What's QRP to you?

Discussion in 'QRP Corner' started by OK2XOC, Jun 4, 2016.

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  1. KC9UDX

    KC9UDX Platinum Subscriber Platinum Subscriber Life Member QRZ Page

    QRP is busting the pileup just because someone thought they might have heard "QR<something>" which might have been someone saying QRP, and they were right.
     
  2. W6OGC

    W6OGC Ham Member QRZ Page

    Everyone needs better antennas, or at least thinks they do, or at least dreams thereof.

    I now operate only QRP CW, with fairly modest antennas. Still, I have worked all over the place with QRP power. It would be better to have better antennas, of course. I am seldom bothered by QRM from those pesky VU2's and 4S7's.

    QRP teaches patience, persistence, and prowess, not bad qualities to acquire and cultivate for real life. There are a few QRPers on the DXCC Honor Roll and many more getting closer. Www.qrpdx.com.

    When I had the L-4B and giant quad at 60', I expected to work everyone I called, and pretty much did. Now, at 5 watts and a simple wire antenna, when I call and they come back to me, it's a thrill!
     
  3. KC9UDX

    KC9UDX Platinum Subscriber Platinum Subscriber Life Member QRZ Page

    What kills me is that 7W ERP from a 5W rig is QRP, but 3W ERP from a 150W rig is not.

    Just like driving a Prius 70,000mi a year is "green", but driving an Esuvie 30mi a year is not.
     
    MI0YLT likes this.
  4. AG6QR

    AG6QR Premium Subscriber QRZ Page

    In a contest or award, QRP is whatever the people making the rules say it is. But otherwise, I don't care much for precise definitions. It's a strategy of making the most out of low power.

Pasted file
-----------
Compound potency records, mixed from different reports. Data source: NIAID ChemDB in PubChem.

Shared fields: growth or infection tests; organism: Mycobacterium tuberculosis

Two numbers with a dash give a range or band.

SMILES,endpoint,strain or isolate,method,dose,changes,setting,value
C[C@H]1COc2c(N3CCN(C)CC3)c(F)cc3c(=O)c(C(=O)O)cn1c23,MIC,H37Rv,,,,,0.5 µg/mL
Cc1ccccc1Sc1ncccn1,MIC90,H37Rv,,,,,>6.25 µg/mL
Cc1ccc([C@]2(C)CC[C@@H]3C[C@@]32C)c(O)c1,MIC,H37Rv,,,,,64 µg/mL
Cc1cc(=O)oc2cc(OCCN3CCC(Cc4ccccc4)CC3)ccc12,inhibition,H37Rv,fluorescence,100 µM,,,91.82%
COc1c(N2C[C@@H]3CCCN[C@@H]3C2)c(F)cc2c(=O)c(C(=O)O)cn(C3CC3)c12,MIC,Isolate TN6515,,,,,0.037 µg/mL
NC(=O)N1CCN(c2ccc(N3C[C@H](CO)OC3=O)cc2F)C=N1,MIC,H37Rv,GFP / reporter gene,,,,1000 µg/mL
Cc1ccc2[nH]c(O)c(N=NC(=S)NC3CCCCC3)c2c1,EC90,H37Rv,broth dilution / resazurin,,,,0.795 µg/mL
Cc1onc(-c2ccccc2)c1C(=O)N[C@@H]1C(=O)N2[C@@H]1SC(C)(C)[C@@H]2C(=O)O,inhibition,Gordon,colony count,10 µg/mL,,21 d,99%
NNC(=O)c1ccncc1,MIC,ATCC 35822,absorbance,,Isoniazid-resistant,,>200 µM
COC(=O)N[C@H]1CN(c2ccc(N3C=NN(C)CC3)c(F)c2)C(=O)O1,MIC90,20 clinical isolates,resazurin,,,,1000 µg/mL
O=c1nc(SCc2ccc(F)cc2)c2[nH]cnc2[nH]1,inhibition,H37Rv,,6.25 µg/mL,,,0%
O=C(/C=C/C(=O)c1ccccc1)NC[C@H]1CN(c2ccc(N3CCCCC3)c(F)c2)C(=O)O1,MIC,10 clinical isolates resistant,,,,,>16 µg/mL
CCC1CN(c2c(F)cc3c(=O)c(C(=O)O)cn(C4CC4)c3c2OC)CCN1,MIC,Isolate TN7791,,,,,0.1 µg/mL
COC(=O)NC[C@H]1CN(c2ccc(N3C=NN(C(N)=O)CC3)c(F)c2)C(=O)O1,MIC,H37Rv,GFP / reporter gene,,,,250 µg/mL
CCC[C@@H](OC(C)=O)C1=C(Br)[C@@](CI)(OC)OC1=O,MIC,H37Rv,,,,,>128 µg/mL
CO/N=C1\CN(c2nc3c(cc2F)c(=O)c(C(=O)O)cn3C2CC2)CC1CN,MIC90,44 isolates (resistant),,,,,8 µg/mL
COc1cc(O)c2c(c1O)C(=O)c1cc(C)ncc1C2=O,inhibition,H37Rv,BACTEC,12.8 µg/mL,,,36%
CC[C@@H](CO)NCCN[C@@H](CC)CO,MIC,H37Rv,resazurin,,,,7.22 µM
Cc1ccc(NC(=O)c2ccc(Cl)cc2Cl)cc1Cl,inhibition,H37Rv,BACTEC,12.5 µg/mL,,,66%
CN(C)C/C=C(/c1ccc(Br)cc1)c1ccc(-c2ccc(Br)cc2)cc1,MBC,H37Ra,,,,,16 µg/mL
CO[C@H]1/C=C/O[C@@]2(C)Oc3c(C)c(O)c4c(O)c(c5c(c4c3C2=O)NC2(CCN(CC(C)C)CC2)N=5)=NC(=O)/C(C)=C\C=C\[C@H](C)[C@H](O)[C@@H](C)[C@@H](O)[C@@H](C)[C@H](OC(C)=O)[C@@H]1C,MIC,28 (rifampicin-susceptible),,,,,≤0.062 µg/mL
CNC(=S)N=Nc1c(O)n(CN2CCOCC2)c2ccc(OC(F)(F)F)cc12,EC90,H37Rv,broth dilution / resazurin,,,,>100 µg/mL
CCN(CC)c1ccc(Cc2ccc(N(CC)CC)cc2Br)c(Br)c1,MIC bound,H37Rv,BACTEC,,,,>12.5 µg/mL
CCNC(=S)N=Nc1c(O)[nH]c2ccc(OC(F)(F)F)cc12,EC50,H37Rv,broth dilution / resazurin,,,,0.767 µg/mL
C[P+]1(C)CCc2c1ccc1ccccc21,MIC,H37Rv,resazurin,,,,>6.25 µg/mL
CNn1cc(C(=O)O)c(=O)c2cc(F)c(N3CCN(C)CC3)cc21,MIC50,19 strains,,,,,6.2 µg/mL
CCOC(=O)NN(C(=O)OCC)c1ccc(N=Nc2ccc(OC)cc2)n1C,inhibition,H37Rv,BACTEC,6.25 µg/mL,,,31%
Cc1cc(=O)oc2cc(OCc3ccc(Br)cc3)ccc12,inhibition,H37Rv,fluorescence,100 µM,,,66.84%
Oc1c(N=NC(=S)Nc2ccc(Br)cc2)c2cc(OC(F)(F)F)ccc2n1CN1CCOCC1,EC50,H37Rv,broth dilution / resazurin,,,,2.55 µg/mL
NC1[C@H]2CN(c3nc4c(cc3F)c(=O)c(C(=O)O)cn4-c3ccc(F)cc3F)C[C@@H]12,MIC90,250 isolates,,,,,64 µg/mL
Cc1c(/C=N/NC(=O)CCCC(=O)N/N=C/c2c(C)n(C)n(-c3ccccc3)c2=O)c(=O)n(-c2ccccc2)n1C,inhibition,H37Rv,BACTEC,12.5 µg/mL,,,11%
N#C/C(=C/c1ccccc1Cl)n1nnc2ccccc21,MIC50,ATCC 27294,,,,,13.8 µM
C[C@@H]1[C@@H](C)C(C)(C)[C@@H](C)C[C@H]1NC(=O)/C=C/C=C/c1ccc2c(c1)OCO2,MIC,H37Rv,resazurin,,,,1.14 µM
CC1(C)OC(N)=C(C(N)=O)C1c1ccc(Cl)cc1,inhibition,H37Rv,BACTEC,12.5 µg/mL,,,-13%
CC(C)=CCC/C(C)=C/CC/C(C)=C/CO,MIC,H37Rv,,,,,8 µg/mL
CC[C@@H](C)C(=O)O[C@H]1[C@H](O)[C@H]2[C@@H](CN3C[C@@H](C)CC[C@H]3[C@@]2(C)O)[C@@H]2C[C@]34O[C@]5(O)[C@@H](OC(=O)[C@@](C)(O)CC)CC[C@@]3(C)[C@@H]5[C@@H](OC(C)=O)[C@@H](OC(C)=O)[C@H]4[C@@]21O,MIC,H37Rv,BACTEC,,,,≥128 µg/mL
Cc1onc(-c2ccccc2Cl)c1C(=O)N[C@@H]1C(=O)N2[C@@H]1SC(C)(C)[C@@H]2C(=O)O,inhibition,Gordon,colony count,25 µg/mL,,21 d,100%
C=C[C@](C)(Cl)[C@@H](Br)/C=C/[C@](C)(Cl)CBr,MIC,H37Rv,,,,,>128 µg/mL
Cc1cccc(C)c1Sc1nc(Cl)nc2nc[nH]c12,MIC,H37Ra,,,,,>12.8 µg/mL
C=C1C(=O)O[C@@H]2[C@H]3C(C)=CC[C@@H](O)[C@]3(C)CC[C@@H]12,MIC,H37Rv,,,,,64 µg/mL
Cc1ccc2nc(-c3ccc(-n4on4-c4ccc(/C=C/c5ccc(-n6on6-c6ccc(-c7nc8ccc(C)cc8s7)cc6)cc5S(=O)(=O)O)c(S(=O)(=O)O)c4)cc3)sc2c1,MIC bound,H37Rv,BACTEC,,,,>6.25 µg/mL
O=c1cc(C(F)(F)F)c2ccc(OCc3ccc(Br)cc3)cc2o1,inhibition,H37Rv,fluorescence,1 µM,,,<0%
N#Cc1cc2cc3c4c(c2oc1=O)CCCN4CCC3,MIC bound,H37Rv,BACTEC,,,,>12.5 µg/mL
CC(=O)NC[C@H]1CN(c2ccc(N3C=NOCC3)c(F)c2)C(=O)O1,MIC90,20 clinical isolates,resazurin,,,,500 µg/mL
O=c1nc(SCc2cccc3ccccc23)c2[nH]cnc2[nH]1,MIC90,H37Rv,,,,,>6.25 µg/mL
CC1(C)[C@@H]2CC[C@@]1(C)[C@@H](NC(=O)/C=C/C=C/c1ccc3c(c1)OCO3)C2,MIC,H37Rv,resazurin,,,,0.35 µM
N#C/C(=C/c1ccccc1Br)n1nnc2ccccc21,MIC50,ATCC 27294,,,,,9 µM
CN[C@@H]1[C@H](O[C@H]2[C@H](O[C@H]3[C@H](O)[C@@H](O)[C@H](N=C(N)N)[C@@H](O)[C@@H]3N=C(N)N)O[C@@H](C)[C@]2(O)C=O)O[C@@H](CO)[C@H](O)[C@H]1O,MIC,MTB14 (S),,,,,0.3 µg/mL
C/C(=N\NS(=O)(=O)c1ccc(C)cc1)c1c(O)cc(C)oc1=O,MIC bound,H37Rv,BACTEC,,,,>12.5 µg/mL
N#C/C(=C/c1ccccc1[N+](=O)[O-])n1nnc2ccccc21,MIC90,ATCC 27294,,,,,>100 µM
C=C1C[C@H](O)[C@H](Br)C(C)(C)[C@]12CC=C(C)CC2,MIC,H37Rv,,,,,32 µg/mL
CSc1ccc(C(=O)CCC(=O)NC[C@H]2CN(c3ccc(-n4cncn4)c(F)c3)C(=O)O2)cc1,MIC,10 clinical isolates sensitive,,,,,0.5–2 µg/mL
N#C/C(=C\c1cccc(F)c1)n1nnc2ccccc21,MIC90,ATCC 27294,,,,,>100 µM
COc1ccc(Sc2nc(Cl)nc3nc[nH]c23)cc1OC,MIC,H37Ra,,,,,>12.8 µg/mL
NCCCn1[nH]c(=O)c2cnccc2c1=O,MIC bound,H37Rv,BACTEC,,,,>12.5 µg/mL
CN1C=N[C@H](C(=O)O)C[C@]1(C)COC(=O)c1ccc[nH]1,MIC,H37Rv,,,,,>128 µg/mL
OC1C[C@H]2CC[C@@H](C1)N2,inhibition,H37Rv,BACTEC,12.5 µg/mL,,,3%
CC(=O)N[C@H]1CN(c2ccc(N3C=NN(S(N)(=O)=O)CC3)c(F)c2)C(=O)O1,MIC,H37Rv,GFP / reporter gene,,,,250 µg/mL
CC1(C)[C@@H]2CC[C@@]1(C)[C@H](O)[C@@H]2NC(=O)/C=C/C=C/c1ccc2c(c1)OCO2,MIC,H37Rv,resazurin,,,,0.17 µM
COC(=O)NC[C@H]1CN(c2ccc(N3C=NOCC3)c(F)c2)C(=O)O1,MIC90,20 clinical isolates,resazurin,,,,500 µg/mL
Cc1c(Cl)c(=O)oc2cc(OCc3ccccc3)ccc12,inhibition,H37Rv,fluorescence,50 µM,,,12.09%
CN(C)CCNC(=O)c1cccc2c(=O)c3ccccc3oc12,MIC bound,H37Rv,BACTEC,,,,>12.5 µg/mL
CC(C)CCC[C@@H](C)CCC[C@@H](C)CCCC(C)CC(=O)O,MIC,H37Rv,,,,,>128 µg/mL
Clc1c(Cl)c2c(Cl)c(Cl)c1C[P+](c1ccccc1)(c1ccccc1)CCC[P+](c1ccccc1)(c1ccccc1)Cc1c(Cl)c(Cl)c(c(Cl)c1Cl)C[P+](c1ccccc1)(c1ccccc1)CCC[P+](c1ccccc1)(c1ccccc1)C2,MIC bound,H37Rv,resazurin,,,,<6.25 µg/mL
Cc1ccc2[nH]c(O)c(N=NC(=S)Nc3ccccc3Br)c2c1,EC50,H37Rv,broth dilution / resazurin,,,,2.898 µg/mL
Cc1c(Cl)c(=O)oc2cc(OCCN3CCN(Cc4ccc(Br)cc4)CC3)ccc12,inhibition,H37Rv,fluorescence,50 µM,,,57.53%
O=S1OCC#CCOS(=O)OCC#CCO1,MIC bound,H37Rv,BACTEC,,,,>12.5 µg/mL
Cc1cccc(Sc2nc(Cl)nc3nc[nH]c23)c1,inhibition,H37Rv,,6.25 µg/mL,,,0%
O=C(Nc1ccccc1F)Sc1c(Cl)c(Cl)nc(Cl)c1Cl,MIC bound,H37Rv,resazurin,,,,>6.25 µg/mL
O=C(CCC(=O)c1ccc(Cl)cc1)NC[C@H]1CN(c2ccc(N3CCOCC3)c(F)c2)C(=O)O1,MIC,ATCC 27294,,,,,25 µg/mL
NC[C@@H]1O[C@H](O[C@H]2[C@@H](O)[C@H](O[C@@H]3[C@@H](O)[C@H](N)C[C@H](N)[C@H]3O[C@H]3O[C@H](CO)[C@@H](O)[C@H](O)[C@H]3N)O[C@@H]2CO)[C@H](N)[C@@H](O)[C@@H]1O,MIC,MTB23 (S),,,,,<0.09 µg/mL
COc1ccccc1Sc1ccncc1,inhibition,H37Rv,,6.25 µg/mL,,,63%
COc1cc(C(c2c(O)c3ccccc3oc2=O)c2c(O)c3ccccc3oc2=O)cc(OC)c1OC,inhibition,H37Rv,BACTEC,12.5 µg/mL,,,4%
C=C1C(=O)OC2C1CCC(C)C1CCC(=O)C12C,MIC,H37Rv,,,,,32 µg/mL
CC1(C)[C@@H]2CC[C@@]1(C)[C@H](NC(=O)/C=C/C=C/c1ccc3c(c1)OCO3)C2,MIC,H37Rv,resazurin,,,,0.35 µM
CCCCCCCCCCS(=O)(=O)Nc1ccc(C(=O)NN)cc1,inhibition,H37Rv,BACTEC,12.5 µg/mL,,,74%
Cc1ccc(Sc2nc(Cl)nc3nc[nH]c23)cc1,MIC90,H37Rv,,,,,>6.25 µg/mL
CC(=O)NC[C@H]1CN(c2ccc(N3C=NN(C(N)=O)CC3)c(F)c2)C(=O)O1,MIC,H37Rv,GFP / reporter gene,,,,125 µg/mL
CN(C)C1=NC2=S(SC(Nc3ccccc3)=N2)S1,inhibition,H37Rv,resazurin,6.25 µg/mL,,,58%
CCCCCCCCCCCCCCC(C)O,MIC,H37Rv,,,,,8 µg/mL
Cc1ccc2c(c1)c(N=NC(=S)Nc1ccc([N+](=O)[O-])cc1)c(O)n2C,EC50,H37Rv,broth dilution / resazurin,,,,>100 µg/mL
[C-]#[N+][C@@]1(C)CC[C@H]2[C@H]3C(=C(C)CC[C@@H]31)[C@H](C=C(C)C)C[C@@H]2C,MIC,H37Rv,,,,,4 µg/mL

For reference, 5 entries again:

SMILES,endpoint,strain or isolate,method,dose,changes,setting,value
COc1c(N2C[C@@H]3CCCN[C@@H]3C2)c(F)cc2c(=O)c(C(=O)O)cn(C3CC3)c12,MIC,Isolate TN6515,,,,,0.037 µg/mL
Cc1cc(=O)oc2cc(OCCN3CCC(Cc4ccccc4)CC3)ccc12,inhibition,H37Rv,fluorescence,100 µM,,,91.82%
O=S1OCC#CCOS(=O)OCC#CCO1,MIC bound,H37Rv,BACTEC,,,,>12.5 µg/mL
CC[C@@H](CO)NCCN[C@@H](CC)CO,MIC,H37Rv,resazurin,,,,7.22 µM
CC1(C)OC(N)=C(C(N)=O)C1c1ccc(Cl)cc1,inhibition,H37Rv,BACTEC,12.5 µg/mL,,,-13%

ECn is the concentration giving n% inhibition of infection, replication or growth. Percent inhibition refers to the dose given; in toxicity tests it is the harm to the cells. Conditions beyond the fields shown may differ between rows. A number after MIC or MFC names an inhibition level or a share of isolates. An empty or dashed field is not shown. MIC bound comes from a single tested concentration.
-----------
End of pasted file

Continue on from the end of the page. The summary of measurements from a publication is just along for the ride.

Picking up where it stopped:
I often use QRP for portable operations. There, I'm really trying to minimize the total size, weight, and cost of the whole system: rig, antenna, and batteries, while maximizing the potential distance of communication. That generally drives me toward QRP HF CW. But by balancing the whole system, I end up with a small portable antenna and a small portable transceiver.

    A friend of mine was trying to test out a 40m beam on a tower to see how well it worked, so he hooked it up to a 500mW (half-watt) Rockmite, and made a 3000 mile coast-to-coast QSO. It wasn't exactly a great balance between the size and cost of the rig versus the size and cost of the antenna, and the antenna wasn't portable at all. But it did demonstrate that the antenna was working quite well. QRP? By most any definition, yes.

    Another friend of mine has experimented with terrain, trying to see by what margin he can exceed the published range limits of common "blister pack" FRS handhelds. You know how they always have something like a "23 mile range" claim posted on the package, and yet the radios usually can't reach more than a mile or two. But with the right terrain, those distance limits can be exceeded by several times. That's not even ham radio, but it is playing in the spirit of trying to see what the capabilities of inexpensive, low power equipment can be.
     
    KK4NSF and (deleted member) like this.
  5. F5VHZ

    F5VHZ Ham Member QRZ Page

    To me, running QRP is running a priority station, I always answer any QRP calling on the band. The station blasting in at 59+60 db and using a 8 el beam on HF running 6KW is not doing anything clever, on the contrary, If he has a good antenna then i would hear him if he was running 5 watts, so where is the glory ??? If he can't hear my 100w reply, then he is like an idiot in a busy room shouting at the top of his voice..but he's totally deaf !! and we have all met those on the air...
    Take it another few thousand miles, someone will hear his signal just above the noise but would have to run 60KW into their G5RV if he was ever to hear their reply...so it's just a wast of power.